my.data <- rnorm(n.rand)
p.df.m <- assign_vector(my.data, n = n.test)
```

We would expect that normally distributed random data will have an equal probability of any given p-value. i.e. 5% of the time we’ll see p-value ≤ 0.05, 5% of the time we’ll see p-value > 0.05 and ≤ 0.10, and so on through > 0.95 and ≤ 1.00. Let’s graph that and see what we get for each sample size:

```ggplot(p.df.m, aes(x = value)) +
geom_histogram(binwidth = 1/10) +
facet_grid(facets=variable ~ ., scales="free_y") +
xlim(0,1) +
ylab("Count of p-values") +
xlab("p-values") +
theme(text = element_text(size = 16))
```

Histogram of p-values for the normal distribution, for sample sizes 5, 10 and 1000.

This is, indeed, what we expected.

Now let’s compare the normal distribution to a t distribution. The t distribution would pass the “fat pencil” test—it looks normal to the eye:

```ggplot(NULL, aes(x=x, colour = distribution)) +
stat_function(fun=dnorm, data = data.frame(x = c(-6,6), distribution = factor(1)), size = 1) +
stat_function(fun=dt, args = list( df = 20), data = data.frame(x = c(-6,6), distribution = factor(2)), linetype = "dashed", size = 1) +
scale_colour_manual(values = c("blue","red"), labels = c("Normal","T-Distribution")) +
theme(text = element_text(size = 12),
legend.position = c(0.85, 0.75)) +
xlim(-4, 4) +
xlab(NULL) +
ylab(NULL)```

Starting with random data generated from the t-distribution:

```my.data <- rt(n.rand, df = 20)
```

Histogram of p-values for the t distribution, for sample sizes 5, 10 and 1000.

The tests for normality are not very sensitive for small sample sizes, and are much more sensitive for large sample sizes. Even with a sample size of 1000, the data from a t distribution only fails the test for normality about 50% of the time (add up the frequencies for p-value > 0.05 to see this).

### Testing the tails

Since the t distribution is narrower in the middle range and has longer tails than the normal distribution, the normality test might be failing because the entire distribution doesn’t look quite normal; we haven’t learned anything specifically about the tails.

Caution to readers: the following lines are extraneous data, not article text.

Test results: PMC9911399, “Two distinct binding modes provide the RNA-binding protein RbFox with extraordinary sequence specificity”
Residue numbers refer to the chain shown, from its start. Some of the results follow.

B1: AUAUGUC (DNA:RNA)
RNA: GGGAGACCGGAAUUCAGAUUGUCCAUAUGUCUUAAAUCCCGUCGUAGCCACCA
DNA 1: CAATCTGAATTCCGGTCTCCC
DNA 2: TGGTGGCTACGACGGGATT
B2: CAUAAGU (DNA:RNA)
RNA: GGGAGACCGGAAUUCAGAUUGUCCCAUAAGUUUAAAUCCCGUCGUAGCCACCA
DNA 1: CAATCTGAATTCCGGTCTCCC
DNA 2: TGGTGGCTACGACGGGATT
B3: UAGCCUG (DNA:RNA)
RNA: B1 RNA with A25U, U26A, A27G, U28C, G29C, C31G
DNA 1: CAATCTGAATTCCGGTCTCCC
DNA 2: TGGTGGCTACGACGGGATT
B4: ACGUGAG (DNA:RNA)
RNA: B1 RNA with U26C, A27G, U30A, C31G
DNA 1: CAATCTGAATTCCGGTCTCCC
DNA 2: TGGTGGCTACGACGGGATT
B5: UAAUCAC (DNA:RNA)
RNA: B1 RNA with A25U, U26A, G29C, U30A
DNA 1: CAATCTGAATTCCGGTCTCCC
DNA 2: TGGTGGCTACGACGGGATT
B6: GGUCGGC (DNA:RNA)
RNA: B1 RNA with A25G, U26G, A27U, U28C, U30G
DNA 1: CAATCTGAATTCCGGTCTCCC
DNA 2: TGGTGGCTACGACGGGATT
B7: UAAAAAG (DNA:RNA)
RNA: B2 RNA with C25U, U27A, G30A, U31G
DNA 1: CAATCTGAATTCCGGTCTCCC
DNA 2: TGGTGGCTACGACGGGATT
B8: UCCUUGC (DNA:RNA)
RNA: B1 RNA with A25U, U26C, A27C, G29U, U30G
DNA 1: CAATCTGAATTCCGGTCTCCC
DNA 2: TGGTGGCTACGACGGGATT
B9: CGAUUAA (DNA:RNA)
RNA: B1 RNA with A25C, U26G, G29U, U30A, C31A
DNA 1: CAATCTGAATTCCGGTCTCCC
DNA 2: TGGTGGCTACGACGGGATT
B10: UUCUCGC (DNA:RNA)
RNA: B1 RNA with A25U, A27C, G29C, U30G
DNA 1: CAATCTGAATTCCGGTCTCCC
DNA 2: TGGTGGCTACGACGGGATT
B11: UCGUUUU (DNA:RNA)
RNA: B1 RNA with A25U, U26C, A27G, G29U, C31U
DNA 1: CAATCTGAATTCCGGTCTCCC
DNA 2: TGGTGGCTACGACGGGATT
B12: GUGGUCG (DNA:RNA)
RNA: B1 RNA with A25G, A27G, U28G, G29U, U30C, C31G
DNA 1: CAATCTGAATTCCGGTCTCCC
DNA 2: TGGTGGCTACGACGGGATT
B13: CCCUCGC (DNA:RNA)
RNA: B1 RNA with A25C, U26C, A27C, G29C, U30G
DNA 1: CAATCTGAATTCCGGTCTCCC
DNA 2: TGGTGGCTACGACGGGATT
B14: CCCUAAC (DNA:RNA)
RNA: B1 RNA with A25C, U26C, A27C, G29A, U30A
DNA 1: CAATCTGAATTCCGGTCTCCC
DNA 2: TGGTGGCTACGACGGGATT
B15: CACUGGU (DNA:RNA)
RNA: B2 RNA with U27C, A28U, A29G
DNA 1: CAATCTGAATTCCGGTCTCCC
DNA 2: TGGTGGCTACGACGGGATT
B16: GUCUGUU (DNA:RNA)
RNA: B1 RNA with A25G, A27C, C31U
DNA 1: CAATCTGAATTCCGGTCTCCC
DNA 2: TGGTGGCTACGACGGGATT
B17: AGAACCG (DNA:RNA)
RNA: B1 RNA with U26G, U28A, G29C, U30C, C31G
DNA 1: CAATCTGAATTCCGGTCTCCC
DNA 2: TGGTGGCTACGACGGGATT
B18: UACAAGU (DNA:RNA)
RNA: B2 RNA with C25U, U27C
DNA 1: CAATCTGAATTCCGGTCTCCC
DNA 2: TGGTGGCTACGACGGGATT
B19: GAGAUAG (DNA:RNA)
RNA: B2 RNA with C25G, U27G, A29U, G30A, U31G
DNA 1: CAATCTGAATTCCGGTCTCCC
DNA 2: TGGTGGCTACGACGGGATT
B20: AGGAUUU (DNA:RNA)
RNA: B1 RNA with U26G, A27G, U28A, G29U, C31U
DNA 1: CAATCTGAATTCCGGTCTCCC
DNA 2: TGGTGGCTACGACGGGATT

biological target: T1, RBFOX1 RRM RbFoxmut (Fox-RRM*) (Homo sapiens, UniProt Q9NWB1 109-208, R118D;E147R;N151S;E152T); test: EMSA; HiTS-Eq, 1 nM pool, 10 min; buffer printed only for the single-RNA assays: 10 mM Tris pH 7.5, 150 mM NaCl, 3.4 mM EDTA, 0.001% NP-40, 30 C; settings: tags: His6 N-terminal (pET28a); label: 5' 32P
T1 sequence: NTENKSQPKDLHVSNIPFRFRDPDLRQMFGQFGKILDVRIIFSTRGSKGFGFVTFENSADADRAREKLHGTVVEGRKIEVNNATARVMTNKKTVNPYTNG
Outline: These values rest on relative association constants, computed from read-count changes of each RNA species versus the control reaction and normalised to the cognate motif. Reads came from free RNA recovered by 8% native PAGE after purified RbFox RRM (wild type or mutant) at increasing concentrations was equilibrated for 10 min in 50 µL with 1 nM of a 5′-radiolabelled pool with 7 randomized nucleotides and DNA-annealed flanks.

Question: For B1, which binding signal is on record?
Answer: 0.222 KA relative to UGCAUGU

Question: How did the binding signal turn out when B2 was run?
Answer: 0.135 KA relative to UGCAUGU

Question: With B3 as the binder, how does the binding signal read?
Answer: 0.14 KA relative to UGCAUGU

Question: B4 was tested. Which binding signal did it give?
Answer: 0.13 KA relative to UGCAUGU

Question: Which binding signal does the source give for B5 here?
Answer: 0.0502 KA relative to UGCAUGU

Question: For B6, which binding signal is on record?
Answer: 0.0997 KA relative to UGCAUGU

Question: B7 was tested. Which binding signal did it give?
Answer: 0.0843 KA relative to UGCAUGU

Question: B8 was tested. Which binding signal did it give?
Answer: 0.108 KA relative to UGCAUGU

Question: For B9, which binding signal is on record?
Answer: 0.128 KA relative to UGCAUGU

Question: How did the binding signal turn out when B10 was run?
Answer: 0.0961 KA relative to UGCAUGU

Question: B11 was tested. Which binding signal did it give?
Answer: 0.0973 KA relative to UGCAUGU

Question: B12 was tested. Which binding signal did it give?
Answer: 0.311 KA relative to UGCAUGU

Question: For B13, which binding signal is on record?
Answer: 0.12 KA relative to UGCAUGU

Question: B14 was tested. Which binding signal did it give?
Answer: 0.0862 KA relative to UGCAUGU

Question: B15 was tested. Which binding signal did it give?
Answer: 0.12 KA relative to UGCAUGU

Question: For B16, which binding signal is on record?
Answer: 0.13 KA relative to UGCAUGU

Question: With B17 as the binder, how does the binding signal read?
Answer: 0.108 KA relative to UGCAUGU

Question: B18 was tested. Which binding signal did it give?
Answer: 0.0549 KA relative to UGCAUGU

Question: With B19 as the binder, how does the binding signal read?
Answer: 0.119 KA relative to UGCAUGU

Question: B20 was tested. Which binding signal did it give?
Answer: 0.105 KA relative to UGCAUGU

To test the tails, we can construct a data set that uses the t distribution for the middle 99% of the data, and the normal distribution for the tails.

```my.data <- rt(n.rand, df = 20)
my.data.2 <- rnorm(n.rand)
# Trim off the tails
my.data <- my.data[which(my.data < 3 & my.data > -3)]
# Add in tails from the other distribution
my.data <- c(my.data, my.data.2[which(my.data.2 < -3 | my.data.2 > 3)])
```

Histogram of p-values for sample sizes 5, 10 and 1000, from a data set constructed from the t distribution in the range -3 to +3 sigmas, with tails from the normal distribution below -3 and above +3.

Despite 99% of the data being from the t distribution, this is almost identical to our test with data from just the normal distribution. It looks like the tails may be having a larger impact on the normality test than rest of the data

Now let’s flip this around: data that is 99% normally-distributed, but using the t distribution in the extreme tails.

```my.data <- rnorm(n.rand)
my.data.2 <- rt(n.rand, df = 20)
# Trim off the tails
my.data <- my.data[which(my.data < 3 & my.data > -3)]
# Add in tails from the other distribution
my.data <- c(my.data, my.data.2[which(my.data.2 < -3 | my.data.2 > 3)])
```

Histogram of p-values for sample sizes 5, 10 and 1000, from a data set constructed from the normal distribution in the range -3 to +3 sigmas, with tails from the t-distribution below -3 and above +3.

Here, 99% of the data is from the normal distribution, yet the normality test looks almost the same as the normality test for just the t-distribution. If you check the y-axis scales carefully, you’ll see that the chance of getting p-value ≤ 0.05 is a bit lower here than for the t distribution.